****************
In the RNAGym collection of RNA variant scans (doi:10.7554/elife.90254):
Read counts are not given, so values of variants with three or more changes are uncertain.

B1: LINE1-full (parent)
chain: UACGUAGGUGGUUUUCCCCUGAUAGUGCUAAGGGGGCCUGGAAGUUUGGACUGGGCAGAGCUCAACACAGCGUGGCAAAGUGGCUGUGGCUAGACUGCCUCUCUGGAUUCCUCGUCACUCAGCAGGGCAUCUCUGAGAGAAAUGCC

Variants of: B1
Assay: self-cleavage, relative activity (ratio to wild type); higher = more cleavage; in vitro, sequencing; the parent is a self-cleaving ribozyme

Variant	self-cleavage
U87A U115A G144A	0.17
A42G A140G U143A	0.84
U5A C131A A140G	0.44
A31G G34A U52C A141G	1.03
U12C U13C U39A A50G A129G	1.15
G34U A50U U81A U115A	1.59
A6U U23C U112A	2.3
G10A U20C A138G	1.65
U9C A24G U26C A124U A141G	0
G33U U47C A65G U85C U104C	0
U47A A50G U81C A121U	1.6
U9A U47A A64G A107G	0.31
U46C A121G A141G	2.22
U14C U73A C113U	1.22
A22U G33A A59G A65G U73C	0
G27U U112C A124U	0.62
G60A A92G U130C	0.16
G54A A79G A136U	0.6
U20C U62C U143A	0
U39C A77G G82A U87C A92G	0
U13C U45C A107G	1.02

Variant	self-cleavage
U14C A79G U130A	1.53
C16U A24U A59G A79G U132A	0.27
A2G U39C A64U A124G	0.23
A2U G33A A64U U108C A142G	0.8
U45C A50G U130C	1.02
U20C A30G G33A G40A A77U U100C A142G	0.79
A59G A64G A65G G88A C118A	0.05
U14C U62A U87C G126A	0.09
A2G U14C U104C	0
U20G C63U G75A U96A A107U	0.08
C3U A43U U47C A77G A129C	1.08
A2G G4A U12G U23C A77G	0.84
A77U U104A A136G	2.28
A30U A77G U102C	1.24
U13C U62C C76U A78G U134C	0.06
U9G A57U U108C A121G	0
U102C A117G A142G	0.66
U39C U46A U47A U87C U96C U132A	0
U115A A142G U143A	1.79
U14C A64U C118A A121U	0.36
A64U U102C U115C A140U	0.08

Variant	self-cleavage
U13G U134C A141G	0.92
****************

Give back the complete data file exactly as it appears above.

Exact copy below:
In the RNAGym collection of RNA variant scans (doi:10.7554/elife.90254):
Read counts are not given, so values of variants with three or more changes are uncertain.

B1: LINE1-full (parent)
chain: UACGUAGGUGGUUUUCCCCUGAUAGUGCUAAGGGGGCCUGGAAGUUUGGACUGGGCAGAGCUCAACACAGCGUGGCAAAGUGGCUGUGGCUAGACUGCCUCUCUGGAUUCCUCGUCACUCAGCAGGGCAUCUCUGAGAGAAAUGCC

Variants of: B1
Assay: self-cleavage, relative activity (ratio to wild type); higher = more cleavage; in vitro, sequencing; the parent is a self-cleaving ribozyme

Variant	self-cleavage
U87A U115A G144A	0.17
A42G A140G U143A	0.84
U5A C131A A140G	0.44
A31G G34A U52C A141G	1.03
U12C U13C U39A A50G A129G	1.15
G34U A50U U81A U115A	1.59
A6U U23C U112A	2.3
G10A U20C A138G	1.65
U9C A24G U26C A124U A141G	0
G33U U47C A65G U85C U104C	0
U47A A50G U81C A121U	1.6
U9A U47A A64G A107G	0.31
U46C A121G A141G	2.22
U14C U73A C113U	1.22
A22U G33A A59G A65G U73C	0
G27U U112C A124U	0.62
G60A A92G U130C	0.16
G54A A79G A136U	0.6
U20C U62C U143A	0
U39C A77G G82A U87C A92G	0
U13C U45C A107G	1.02

Variant	self-cleavage
U14C A79G U130A	1.53
C16U A24U A59G A79G U132A	0.27
A2G U39C A64U A124G	0.23
A2U G33A A64U U108C A142G	0.8
U45C A50G U130C	1.02
U20C A30G G33A G40A A77U U100C A142G	0.79
A59G A64G A65G G88A C118A	0.05
U14C U62A U87C G126A	0.09
A2G U14C U104C	0
U20G C63U G75A U96A A107U	0.08
C3U A43U U47C A77G A129C	1.08
A2G G4A U12G U23C A77G	0.84
A77U U104A A136G	2.28
A30U A77G U102C	1.24
U13C U62C C76U A78G U134C	0.06
U9G A57U U108C A121G	0
U102C A117G A142G	0.66
U39C U46A U47A U87C U96C U132A	0
U115A A142G U143A	1.79
U14C A64U C118A A121U	0.36
A64U U102C U115C A140U	0.08

Variant	self-cleavage
U13G U134C A141G	0.92